Blackberry Torch Review
I mentioned last week that we had the pleasure of meeting Bart from Belgium, also known as @snowmacbook at the Antwerp Tweetup. During that event Steve asked a frightening question of the group. He asked everyone, “what would you do to improve the show?” I couldn’t believe he did that – It was so dangerous – what if people asked for things I had no intention of changing or adding? Yikes! Well luckily everyone was very polite and undemanding, but Bart asked for one interesting thing. He said, “I know it’s not a popular topic but I have to use a Blackberry for work, so I’d like to hear about more Blackberry stuff.” Well Bart, you’re in luck this week!
I’ve been testing the Blackberry Torch, also known as the Bold 9800 for a couple of weeks now and contrary to some opinions, I rather like the device. As always with smart phone reviews I have to couch the discussion by explaining my frame of reference, which turns out to be even more important with this device than with others I’ve tested.
I’m an iPhone user, having used the original iPhone, the 3GS, and most recently the iPhone 4. I’m also a big Blackberry user, with more recent models being the 8700 (which was a great model) and the 9000 Bold, which was not one of the greatest models RIM ever produced. I have only limited experience with the more recent 9700 Bold that got rid of the trackball and replaced it with the tiny trackpad and where they put in a much better camera. I’ve tested the original Blackberry Storm which was RIMS incredibly feeble attempt at a touch screen device, I get nightmares just thinking about how bad that thing was!
The important bit about that frame of reference is that I have very high expectations for my personal life, but for business I’ve learned to set my expectations much lower than the iPhone. Let’s get into the review of the Blackberry Torch.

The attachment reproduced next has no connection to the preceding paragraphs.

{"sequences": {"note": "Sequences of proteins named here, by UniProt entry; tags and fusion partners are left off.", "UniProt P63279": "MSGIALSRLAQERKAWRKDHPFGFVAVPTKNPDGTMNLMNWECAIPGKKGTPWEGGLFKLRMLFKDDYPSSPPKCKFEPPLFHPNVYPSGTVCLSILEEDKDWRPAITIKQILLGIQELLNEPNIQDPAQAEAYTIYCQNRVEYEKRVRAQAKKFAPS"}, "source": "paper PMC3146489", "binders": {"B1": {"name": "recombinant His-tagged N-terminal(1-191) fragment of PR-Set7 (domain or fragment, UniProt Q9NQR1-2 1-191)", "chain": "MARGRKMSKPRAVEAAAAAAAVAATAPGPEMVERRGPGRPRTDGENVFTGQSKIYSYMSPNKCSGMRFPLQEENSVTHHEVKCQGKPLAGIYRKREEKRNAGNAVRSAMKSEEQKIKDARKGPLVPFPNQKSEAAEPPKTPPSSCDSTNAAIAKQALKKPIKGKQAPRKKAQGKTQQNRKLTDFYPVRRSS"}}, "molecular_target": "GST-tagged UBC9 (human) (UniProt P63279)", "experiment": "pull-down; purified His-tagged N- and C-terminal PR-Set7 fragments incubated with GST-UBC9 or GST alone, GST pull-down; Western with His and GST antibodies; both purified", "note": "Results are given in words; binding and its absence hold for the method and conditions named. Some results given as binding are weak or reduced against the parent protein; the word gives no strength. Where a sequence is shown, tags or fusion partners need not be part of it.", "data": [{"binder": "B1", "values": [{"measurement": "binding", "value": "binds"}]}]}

The Torch is a hybrid model with a touch screen as well as a slide out keyboard. The hardware feels solid to me and it’s kind of fun to absentmindedly pop the keyboard in and out. The screen is smaller than most smart phones today at 3.2″, but that’s quite a bit larger than the screen on the most recent Blackberry 9700. Oddly they chose to go fairly low resolution as well it’s only 480×360. This is going to sound funny, but I LIKE that it’s a low resolution screen. I’m 52 years old and I can’t even come close to figuring out what all the little icons are on the other BlackBerry models are. I’m constantly holding my phone up to 20 year olds asking “do I have a voicemail or is that a new text message?” The icons on the Torch are GIANT in comparison so I love it! Now if you think about it, this might be the right move – at least where I work, it’s more the executive management level that is issued BlackBerrys, and the average age is definitely above 40 in that demographic. this would imply they haven’t much interest in the commercial market for this device though!
Another advantage of the screen is that the icons are actually recognizable! Now to an iPhone user that sounds silly, but BlackBerry icons are IMPOSSIBLE to tell apart! They’re these icky little wire frame drawings that don’t have any distinguishing characteristics so you can search for five minutes before you find what you want.